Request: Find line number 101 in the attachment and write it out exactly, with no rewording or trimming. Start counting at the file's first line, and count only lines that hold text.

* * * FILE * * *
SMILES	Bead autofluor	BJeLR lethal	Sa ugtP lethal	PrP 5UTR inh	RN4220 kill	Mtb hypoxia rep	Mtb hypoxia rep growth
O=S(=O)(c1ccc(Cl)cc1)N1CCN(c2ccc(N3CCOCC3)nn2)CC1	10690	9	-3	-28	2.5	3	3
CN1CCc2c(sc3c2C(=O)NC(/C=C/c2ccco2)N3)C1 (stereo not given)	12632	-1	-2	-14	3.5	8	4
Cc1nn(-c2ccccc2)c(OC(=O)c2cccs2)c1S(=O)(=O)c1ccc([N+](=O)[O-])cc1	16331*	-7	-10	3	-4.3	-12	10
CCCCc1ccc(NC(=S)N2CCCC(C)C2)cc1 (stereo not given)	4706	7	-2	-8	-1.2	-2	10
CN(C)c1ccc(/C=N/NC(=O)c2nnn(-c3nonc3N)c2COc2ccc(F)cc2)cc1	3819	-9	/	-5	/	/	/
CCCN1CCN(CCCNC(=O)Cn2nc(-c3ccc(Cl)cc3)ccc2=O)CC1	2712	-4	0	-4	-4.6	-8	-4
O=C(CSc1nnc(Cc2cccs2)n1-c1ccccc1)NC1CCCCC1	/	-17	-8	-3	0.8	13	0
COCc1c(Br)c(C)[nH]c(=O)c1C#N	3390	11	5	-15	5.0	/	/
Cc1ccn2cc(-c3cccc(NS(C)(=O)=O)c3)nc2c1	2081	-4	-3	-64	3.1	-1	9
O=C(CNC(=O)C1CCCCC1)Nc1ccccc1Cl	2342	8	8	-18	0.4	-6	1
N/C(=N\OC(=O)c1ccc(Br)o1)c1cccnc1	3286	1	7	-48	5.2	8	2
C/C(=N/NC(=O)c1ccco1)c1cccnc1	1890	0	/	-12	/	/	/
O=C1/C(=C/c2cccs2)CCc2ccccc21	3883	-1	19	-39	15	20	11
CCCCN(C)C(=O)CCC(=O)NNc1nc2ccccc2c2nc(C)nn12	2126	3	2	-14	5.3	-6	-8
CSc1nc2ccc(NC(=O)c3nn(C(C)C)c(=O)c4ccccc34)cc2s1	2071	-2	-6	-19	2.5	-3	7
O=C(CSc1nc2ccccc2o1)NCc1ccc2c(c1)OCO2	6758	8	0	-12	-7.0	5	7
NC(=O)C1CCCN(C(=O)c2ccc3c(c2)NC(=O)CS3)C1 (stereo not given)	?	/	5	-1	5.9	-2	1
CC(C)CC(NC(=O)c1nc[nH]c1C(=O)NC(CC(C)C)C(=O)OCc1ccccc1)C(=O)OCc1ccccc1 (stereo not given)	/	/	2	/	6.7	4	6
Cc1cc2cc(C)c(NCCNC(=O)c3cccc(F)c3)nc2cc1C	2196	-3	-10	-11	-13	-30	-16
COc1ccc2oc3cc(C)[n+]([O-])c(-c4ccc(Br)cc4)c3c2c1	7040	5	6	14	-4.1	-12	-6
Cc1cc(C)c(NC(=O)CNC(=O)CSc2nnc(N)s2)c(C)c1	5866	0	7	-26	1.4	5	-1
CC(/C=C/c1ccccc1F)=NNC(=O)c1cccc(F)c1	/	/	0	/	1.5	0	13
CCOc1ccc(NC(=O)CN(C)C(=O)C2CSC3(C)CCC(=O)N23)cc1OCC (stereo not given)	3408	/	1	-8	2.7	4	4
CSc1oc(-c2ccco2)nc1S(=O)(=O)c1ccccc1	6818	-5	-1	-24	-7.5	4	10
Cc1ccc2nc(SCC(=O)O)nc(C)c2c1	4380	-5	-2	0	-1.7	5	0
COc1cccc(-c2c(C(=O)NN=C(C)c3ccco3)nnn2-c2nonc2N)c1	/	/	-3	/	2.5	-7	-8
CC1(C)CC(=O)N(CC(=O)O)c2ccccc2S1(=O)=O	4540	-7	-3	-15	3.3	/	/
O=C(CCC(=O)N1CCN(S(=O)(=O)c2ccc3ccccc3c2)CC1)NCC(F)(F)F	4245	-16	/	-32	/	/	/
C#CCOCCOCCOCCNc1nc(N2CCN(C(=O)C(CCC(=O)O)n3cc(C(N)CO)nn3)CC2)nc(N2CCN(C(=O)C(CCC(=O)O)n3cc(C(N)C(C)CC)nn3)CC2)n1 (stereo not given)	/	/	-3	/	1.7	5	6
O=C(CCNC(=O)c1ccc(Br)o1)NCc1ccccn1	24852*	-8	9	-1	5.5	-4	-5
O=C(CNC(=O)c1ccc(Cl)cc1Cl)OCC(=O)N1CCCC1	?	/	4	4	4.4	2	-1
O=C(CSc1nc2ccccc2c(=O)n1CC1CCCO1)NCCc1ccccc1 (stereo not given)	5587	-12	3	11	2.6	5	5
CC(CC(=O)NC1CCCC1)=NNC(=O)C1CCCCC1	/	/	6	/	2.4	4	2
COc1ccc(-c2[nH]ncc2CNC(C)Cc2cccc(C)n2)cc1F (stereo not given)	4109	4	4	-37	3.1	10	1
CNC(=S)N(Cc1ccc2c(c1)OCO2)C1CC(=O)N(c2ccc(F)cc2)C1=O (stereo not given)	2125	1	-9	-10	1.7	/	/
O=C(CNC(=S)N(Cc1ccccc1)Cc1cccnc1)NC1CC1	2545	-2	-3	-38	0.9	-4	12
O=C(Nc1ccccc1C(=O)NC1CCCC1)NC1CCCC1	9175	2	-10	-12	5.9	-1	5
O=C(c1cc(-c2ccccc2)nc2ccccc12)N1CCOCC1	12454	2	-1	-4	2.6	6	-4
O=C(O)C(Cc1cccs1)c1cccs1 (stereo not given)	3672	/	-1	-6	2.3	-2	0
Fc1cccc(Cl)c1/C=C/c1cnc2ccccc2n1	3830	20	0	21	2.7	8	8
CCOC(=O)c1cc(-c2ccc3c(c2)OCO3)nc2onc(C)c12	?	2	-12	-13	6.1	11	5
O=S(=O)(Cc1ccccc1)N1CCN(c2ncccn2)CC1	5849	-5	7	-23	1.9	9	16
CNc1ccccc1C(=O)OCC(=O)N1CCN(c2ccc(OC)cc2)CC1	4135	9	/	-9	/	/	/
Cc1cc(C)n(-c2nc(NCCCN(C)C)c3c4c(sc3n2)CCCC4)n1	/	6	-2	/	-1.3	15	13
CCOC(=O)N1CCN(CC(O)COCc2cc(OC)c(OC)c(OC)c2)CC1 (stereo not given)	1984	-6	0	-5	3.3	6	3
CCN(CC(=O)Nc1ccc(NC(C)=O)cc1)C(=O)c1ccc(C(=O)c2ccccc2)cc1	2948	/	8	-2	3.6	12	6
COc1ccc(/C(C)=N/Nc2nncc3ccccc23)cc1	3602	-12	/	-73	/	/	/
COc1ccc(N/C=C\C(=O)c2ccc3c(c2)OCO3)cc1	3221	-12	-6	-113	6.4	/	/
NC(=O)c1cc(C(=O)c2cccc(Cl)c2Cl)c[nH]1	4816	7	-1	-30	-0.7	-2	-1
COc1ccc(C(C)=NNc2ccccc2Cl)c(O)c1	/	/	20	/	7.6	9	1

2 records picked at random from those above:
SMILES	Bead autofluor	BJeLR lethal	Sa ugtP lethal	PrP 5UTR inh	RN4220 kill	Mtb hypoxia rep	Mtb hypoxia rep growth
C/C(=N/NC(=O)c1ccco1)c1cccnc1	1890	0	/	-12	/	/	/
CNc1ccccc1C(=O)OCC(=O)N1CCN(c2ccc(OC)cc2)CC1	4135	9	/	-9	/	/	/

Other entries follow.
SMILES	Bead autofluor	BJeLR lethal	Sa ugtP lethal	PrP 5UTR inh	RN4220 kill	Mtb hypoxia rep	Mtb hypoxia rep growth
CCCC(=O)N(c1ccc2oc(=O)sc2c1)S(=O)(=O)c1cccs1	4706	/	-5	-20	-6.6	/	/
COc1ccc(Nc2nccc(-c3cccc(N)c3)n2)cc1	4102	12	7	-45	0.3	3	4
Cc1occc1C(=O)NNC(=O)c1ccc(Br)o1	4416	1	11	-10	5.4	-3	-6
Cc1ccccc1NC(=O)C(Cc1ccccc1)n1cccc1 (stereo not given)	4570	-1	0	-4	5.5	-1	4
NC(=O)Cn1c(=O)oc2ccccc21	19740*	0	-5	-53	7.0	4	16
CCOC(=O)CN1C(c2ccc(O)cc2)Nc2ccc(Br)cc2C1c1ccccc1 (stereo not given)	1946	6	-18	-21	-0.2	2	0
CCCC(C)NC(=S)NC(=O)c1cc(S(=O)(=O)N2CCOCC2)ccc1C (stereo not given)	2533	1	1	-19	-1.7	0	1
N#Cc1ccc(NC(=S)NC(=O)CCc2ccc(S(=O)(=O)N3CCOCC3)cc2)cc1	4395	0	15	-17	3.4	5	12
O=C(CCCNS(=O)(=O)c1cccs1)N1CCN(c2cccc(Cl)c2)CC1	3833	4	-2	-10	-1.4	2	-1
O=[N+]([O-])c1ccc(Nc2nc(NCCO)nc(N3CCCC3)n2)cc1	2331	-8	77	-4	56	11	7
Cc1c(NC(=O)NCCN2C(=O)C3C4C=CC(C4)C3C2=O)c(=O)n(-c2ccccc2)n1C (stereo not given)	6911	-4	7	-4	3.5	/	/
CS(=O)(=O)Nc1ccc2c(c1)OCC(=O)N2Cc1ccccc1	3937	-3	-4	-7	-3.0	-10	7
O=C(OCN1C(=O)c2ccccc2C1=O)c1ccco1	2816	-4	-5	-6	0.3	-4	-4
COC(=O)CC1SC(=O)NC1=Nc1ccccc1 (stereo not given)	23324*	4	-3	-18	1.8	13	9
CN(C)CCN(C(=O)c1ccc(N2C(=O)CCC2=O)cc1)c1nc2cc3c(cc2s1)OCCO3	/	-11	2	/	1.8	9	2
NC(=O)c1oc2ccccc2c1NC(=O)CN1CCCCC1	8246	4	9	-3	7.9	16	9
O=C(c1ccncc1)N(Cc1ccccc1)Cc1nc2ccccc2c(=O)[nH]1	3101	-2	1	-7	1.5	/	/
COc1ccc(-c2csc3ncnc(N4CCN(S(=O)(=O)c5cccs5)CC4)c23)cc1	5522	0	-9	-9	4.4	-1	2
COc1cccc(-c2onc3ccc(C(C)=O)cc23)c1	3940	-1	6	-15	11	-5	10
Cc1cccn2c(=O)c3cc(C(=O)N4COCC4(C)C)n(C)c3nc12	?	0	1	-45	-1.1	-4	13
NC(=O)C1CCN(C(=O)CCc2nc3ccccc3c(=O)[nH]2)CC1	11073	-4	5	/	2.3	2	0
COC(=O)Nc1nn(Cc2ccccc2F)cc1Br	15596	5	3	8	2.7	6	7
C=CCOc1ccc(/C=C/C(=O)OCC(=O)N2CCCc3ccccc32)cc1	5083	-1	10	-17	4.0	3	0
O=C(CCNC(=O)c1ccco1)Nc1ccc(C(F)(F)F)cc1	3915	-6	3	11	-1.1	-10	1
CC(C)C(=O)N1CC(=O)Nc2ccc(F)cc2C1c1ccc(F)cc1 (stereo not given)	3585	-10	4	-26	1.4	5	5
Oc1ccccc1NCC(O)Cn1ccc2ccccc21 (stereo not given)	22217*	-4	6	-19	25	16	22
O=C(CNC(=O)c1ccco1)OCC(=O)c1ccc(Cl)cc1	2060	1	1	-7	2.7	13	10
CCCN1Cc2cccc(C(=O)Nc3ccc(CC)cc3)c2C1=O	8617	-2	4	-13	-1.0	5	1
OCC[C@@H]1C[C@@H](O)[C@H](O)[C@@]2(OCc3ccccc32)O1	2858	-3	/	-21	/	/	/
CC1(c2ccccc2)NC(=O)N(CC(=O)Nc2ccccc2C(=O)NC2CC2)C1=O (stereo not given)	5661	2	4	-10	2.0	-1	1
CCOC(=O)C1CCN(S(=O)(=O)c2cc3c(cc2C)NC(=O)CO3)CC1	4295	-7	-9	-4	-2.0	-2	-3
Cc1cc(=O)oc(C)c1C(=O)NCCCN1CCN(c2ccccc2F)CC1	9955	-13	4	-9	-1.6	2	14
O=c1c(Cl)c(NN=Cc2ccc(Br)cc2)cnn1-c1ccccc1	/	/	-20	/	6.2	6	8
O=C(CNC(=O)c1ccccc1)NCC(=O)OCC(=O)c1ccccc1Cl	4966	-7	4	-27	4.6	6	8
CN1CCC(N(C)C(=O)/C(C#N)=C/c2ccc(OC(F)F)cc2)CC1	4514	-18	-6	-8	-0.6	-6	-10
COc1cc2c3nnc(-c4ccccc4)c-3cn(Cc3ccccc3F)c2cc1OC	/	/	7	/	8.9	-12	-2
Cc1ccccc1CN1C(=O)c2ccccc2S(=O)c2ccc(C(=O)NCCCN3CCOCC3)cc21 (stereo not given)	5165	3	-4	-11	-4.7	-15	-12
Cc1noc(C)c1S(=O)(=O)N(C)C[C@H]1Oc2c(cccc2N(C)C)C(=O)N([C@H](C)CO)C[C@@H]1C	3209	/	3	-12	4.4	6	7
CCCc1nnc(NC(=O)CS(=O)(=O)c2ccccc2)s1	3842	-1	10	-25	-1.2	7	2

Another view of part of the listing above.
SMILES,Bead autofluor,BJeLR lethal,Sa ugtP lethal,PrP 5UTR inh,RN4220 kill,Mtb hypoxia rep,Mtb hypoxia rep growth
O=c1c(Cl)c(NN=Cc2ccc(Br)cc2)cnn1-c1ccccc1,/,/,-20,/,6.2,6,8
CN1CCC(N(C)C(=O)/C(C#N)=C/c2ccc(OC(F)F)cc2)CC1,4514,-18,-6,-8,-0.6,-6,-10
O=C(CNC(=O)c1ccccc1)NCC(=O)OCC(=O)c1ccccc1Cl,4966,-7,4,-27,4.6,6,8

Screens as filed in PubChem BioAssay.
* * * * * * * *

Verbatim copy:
O=C(CNC(=O)c1ccccc1)NCC(=O)OCC(=O)c1ccccc1Cl,4966,-7,4,-27,4.6,6,8